My stitching workflow is:
Convert to image sequence (Adobe Media Encoder)
Batch Rename files to 0000A,0000B,0000C, and 000D (Adobe Bridge)
Batch Stitch fies to panoramic sequence(PTGui Pro)
Convert stitched sequence to .mp4 video( Adobe Premiere)
Create panoramic video (Pano2VR)

Same process but different software as yours.

Anyways, have you attempted to perfect the seams?

Marvin A
Mar 7, 2011 at 11:02 pm

Forgot to mention, I used some sort of blackened lid over all the lenses. (CD Spool Case)
To get a sync point I swiftly removed the lid .

I suppose you could que your recorder with a noise simultaneously.

DJ Vegh
Mar 28, 2011 at 7:32 pm

Nice work! we designed and built some power and distribution boards that supply each camera with power so no individual batteries are required and the distribution board also distributes the trigger signal for up to five cameras.

We use it in our aerial 360 video rig which has five gopro HD cameras hanging underneath our multi-rotor aircraft.

Here’s our distribution board if interested:

and here’s our pentagon array camera mount for gopro cameras

Chad Wright
Mar 31, 2011 at 2:18 pm

Ryan you are amazing! and very through…awesome tutorial. How much more difficult would it be to mount a 5th GoPro at the top of your rig facing toward the ceiling? I’m extremely curious about this.

Thank you for any input.


Apr 19, 2011 at 8:30 am

A little colour grading would have helped to get the footage even but other than that a very good effort.
Just goes to show that a little enthusiasm and some balls can create some real magic. We recently got a quote from Yellowbird to shoot a car race and produce a final 2 minute 360 video and their quote came in at $25,000 that was without Air fares to Australia and Hotel accommodation. I thought of buying the Ladybug3 at $14,000 but the fact that it only shoots at 15fps is a concern. Yellowbird system costs $25,000 Euros while the Immersive Media rig is a cool $65,000 US for the entire kit which is very awesome.

After seeing your effort here, it gives me the confidence that with a bit of careful planing and investment into a specialised 6 camera GoPro rig we could have something that will be more than adequate for our clients.

Well done once again… Respect!

May 15, 2011 at 5:59 am

This is other little experiment with Gopro
Two small videos 360º (cilindric). May 2010


May 15, 2011 at 10:32 am

Hello Ryan
This is way COOL
Thanks so much for sharing all your experience.
I loved the post.
If someday flying to RIO, give me a call :-)

May 17, 2011 at 4:25 am

Hi Ryan,
I have advertised in your work flashpanorama Groups and you have deleted my comment, do not understand.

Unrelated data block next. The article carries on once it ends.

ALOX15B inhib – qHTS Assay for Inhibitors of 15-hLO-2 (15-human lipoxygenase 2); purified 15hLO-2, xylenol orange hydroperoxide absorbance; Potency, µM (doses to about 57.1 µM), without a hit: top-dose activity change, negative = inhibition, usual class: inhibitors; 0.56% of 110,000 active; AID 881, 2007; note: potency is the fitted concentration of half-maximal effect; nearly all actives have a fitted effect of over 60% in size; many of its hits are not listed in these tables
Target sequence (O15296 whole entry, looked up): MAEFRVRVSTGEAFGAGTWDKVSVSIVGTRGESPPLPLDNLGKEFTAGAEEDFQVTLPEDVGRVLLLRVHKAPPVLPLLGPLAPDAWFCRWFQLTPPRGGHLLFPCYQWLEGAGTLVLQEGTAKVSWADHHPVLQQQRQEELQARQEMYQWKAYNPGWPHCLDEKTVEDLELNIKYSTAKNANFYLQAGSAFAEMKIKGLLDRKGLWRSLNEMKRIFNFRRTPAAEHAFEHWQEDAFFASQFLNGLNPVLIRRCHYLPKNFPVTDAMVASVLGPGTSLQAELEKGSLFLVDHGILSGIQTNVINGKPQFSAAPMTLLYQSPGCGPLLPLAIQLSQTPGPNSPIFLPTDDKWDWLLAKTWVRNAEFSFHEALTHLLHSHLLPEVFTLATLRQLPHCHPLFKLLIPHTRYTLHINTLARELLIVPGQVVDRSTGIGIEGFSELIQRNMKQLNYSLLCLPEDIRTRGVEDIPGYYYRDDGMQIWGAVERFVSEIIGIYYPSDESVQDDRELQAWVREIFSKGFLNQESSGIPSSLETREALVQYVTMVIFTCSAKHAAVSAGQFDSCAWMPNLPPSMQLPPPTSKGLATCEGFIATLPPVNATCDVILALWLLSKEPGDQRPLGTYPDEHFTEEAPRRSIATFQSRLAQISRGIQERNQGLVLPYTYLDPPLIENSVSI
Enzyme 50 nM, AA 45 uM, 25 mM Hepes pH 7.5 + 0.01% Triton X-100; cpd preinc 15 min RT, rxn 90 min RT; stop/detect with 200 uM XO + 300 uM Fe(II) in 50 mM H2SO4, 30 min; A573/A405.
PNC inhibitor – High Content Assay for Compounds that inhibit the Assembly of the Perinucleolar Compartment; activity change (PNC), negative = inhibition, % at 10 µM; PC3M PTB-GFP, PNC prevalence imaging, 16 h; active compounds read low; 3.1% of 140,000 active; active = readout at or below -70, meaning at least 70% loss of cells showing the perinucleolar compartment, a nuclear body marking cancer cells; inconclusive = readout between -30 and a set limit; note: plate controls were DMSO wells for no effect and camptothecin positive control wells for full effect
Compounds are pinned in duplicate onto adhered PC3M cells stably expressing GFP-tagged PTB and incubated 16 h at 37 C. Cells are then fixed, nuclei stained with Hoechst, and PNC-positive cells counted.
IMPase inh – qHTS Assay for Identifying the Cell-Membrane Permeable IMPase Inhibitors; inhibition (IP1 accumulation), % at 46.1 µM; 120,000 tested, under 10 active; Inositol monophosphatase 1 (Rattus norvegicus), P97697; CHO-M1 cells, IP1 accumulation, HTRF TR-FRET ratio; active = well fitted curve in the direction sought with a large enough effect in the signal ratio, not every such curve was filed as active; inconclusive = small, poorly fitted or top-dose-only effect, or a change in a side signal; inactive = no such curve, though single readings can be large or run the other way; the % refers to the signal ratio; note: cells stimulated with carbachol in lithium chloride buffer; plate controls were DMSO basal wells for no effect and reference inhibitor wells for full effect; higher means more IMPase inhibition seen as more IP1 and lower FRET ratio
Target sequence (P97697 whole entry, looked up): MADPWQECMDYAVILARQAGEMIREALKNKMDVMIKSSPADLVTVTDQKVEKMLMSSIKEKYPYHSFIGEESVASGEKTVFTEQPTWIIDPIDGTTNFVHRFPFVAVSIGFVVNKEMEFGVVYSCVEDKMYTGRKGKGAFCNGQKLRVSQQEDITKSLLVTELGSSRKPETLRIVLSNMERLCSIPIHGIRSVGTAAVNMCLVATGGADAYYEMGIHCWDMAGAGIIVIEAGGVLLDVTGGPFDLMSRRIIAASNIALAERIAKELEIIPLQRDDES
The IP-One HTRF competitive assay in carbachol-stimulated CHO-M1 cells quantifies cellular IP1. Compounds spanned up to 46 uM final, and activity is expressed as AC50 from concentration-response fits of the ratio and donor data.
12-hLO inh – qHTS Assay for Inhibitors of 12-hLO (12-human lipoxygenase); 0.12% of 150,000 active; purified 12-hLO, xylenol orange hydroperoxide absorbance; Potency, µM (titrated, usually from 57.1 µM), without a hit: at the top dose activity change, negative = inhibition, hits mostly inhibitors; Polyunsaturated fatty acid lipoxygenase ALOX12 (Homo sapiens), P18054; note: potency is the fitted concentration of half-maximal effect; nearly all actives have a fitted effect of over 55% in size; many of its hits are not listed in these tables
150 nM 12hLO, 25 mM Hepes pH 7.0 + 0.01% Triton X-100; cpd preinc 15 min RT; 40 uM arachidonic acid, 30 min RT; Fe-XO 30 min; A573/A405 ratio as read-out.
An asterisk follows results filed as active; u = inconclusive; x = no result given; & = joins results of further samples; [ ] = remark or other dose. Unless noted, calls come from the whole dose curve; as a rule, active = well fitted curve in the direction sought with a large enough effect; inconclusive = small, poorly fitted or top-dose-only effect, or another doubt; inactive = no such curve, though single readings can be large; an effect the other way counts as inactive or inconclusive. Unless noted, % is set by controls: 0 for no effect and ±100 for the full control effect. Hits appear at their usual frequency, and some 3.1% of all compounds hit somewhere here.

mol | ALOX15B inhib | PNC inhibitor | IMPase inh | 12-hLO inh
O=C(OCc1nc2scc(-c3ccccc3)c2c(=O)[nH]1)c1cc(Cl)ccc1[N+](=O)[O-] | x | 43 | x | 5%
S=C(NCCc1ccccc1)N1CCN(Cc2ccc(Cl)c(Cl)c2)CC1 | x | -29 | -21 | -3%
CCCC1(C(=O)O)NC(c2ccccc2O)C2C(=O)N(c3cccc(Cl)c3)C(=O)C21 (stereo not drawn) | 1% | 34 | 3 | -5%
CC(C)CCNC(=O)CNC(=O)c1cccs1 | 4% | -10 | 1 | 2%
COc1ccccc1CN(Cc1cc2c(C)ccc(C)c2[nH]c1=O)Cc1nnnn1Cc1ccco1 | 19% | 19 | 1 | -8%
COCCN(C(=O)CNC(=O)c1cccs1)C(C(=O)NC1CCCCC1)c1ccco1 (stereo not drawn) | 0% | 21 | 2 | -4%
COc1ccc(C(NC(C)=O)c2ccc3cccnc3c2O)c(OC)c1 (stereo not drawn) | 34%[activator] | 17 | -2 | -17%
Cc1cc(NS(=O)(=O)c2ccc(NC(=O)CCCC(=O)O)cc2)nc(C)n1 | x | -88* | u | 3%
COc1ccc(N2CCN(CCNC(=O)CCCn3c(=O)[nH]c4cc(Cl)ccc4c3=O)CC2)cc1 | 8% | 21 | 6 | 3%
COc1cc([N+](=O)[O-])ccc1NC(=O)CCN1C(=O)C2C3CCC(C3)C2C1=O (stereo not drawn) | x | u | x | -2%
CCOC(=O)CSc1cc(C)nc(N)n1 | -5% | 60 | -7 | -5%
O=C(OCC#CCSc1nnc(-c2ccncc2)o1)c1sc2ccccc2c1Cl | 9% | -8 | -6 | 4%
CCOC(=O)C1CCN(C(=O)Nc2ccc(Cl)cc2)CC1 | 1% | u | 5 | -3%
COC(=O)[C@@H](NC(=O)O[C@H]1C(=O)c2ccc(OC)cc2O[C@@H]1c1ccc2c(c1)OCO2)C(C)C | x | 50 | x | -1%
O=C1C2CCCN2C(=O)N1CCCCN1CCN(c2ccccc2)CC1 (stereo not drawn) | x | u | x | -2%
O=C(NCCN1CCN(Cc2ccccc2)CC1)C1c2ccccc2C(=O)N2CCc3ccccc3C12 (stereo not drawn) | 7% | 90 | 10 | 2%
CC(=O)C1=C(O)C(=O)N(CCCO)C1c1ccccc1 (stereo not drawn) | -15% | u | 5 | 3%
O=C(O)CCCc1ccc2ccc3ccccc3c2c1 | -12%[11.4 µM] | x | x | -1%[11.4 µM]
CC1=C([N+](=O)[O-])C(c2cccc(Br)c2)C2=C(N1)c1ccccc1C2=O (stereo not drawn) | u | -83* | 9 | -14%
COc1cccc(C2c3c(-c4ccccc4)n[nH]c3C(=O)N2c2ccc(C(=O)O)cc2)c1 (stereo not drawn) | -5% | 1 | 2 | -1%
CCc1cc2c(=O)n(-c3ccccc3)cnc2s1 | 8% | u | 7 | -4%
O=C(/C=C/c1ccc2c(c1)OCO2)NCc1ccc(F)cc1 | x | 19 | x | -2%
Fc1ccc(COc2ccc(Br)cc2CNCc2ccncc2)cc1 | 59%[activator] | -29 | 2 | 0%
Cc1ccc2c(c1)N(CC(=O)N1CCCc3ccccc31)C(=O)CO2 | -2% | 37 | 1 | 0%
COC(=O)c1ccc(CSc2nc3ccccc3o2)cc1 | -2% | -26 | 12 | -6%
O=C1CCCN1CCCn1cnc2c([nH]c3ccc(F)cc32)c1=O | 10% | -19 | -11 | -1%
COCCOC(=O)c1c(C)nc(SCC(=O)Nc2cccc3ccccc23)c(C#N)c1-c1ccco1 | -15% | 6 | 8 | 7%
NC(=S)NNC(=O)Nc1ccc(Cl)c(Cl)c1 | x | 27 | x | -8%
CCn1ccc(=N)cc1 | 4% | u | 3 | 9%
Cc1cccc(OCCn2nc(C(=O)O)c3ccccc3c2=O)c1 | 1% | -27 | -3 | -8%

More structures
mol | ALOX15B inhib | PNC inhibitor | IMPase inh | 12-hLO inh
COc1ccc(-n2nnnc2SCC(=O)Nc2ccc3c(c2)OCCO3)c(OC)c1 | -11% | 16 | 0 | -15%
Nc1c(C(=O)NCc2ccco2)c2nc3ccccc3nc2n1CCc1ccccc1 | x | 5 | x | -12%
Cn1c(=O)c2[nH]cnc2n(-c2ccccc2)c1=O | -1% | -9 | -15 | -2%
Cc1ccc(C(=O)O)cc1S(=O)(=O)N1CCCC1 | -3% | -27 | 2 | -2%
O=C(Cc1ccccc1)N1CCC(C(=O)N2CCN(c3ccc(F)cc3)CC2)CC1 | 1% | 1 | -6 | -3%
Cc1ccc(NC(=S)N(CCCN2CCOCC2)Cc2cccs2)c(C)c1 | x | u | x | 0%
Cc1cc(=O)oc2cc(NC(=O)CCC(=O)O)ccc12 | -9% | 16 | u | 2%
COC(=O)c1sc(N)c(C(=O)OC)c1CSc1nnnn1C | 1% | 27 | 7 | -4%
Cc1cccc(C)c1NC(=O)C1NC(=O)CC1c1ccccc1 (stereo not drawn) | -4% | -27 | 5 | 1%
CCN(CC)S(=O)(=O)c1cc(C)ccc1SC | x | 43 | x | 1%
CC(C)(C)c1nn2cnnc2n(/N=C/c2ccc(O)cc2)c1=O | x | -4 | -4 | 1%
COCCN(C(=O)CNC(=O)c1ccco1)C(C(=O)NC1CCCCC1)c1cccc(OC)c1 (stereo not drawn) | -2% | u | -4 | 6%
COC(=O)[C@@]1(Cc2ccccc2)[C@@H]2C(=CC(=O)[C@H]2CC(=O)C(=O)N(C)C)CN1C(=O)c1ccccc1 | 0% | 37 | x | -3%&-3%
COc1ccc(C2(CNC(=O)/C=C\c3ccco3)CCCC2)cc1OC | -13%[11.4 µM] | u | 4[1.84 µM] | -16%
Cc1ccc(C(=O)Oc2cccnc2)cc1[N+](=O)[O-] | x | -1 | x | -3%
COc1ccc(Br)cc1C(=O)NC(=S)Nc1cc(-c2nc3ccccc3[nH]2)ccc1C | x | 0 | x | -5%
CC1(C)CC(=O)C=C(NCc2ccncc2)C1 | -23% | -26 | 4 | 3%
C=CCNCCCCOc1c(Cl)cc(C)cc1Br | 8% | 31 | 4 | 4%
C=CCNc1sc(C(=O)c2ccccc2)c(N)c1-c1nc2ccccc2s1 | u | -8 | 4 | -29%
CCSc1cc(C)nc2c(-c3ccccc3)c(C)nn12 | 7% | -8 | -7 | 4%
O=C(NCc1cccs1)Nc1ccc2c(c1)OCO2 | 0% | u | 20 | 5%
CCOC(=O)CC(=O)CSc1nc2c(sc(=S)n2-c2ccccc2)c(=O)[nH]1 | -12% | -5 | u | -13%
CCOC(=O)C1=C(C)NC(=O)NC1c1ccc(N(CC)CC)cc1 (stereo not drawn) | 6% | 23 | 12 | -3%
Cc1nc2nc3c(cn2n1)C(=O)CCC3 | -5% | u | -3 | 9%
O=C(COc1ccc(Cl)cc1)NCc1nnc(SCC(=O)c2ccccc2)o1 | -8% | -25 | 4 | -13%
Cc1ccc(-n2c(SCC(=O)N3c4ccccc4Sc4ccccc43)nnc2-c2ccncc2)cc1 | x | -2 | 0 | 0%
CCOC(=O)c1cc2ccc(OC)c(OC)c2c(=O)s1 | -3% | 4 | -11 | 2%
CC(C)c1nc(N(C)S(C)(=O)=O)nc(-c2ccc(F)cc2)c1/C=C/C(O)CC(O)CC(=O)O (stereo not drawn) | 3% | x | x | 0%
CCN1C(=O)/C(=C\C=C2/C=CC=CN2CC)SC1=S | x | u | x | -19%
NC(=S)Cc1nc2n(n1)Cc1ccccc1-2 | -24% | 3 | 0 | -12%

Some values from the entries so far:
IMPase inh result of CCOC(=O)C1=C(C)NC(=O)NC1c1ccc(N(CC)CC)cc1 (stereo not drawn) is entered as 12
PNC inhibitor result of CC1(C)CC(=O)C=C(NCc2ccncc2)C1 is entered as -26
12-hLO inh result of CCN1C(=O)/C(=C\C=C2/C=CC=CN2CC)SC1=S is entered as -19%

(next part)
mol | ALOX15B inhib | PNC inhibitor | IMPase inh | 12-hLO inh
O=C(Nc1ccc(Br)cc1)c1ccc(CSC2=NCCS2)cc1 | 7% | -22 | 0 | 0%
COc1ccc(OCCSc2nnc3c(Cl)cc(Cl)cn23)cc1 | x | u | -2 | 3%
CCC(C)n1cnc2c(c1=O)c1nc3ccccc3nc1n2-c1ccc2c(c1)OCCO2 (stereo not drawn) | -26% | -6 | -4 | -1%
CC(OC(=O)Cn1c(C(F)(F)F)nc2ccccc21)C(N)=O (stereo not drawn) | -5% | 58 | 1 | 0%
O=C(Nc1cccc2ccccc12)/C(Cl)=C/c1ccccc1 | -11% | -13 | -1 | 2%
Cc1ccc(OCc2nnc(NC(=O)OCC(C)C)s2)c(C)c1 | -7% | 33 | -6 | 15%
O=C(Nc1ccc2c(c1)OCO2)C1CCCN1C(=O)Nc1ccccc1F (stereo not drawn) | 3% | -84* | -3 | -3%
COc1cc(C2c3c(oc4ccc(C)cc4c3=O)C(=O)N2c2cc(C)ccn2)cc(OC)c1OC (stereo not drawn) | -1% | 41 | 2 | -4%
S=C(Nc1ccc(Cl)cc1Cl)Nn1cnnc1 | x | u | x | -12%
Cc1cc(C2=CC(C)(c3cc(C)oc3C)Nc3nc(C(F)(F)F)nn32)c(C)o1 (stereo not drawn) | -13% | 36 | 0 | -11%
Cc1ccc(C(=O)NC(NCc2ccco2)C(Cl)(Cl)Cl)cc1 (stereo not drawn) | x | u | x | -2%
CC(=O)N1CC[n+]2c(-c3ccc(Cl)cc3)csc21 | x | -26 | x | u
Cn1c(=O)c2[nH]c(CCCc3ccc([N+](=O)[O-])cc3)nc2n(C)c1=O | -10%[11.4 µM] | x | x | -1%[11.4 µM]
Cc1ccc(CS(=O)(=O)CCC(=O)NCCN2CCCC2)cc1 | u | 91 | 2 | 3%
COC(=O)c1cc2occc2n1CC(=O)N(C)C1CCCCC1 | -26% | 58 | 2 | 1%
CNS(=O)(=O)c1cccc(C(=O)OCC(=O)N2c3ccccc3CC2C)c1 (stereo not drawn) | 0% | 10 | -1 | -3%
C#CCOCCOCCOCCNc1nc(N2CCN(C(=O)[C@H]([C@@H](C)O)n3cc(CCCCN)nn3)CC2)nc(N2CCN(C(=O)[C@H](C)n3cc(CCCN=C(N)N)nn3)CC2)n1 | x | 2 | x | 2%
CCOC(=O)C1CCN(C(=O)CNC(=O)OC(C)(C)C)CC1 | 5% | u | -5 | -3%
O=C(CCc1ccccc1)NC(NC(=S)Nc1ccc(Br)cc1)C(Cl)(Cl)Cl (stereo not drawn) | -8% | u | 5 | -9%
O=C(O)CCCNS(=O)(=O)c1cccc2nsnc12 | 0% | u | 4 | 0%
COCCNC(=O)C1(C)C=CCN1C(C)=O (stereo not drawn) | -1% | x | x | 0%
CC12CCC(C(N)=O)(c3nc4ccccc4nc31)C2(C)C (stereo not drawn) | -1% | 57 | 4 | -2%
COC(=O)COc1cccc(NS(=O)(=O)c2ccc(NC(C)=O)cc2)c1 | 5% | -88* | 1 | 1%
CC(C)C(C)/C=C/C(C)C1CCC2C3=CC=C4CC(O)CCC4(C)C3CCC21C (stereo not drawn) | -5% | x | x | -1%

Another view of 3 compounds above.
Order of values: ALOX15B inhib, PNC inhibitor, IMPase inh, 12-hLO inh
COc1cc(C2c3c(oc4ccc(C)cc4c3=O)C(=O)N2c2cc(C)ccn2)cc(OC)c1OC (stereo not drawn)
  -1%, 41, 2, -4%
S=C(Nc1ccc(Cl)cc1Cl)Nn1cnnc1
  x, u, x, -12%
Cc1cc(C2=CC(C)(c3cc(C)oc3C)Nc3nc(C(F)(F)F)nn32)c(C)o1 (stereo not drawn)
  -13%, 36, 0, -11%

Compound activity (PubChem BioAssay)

May 17, 2011 at 4:29 am

I Sorry I can now see. it had disappeared for a moment.

May 22, 2011 at 1:30 pm

“… I wouldn’t be surprised if whatever Smartphone we all use in a couple years will do this with a 99-cent app”

How about a couple of months, two Kickstarter initiatives around now are planning this with iPhone rigs, one mirror an a Palnon lense. It will not even come close quality wise but the ease of use is tremendous!

Great project though!! Are there no video-editors that can do the video deforming/warping based upon a PTGui template? Would save you quite some steps.

Jun 14, 2011 at 2:49 am

but i still don’t understand if you exported each frame for each video or just the frames of that big video of that 4 cameras?
Example: did u exported 4×30 frames or just 1x30fps?

Rob H.
Jun 23, 2011 at 2:27 pm

Great page, very cool. I want to make one!

Rob H.
Jun 24, 2011 at 11:30 am

Did you try it with 3 cameras first? According to their website the GoPro HD has a 170-degree field of view. With that you should be able to get away with only three and still have plenty of overlap.

Jun 24, 2011 at 12:20 pm

i tried with 5 cameras…it should be better for PTGUI, when Ryan will check my frames i’ll let u know!

Jun 27, 2011 at 6:21 pm

Great Job! thanks for sharing this information.

Henry Stuart
Jun 28, 2011 at 8:02 am

Cudos, very cool project and thanks for sharing, I’m actually in the process of building a similar rig. Fascinating to hear how you did it.

Jun 28, 2011 at 7:14 pm

Meu site esta em desenvolvimento…

Parabens pelo iniciativa, estou com um projeto parecido .. mas pretendo utilizar 2 fisheye fc-e8 em cameras com fullHD… e estou pensando usar as dicas do site Ryubin … mas rapido e pratico…. aqui no Brasil e muito dificil e caro comprar os equipamentos…tendo que quase sempre importar nao podendo fazer muitos testes.. para ter uma ideia .. 1x GoPro aqui $ 500 ..
Mais uma vez parabens pelo trabalho .. e por postar tudo de forma clara….

Rob H.
Jul 27, 2011 at 4:54 pm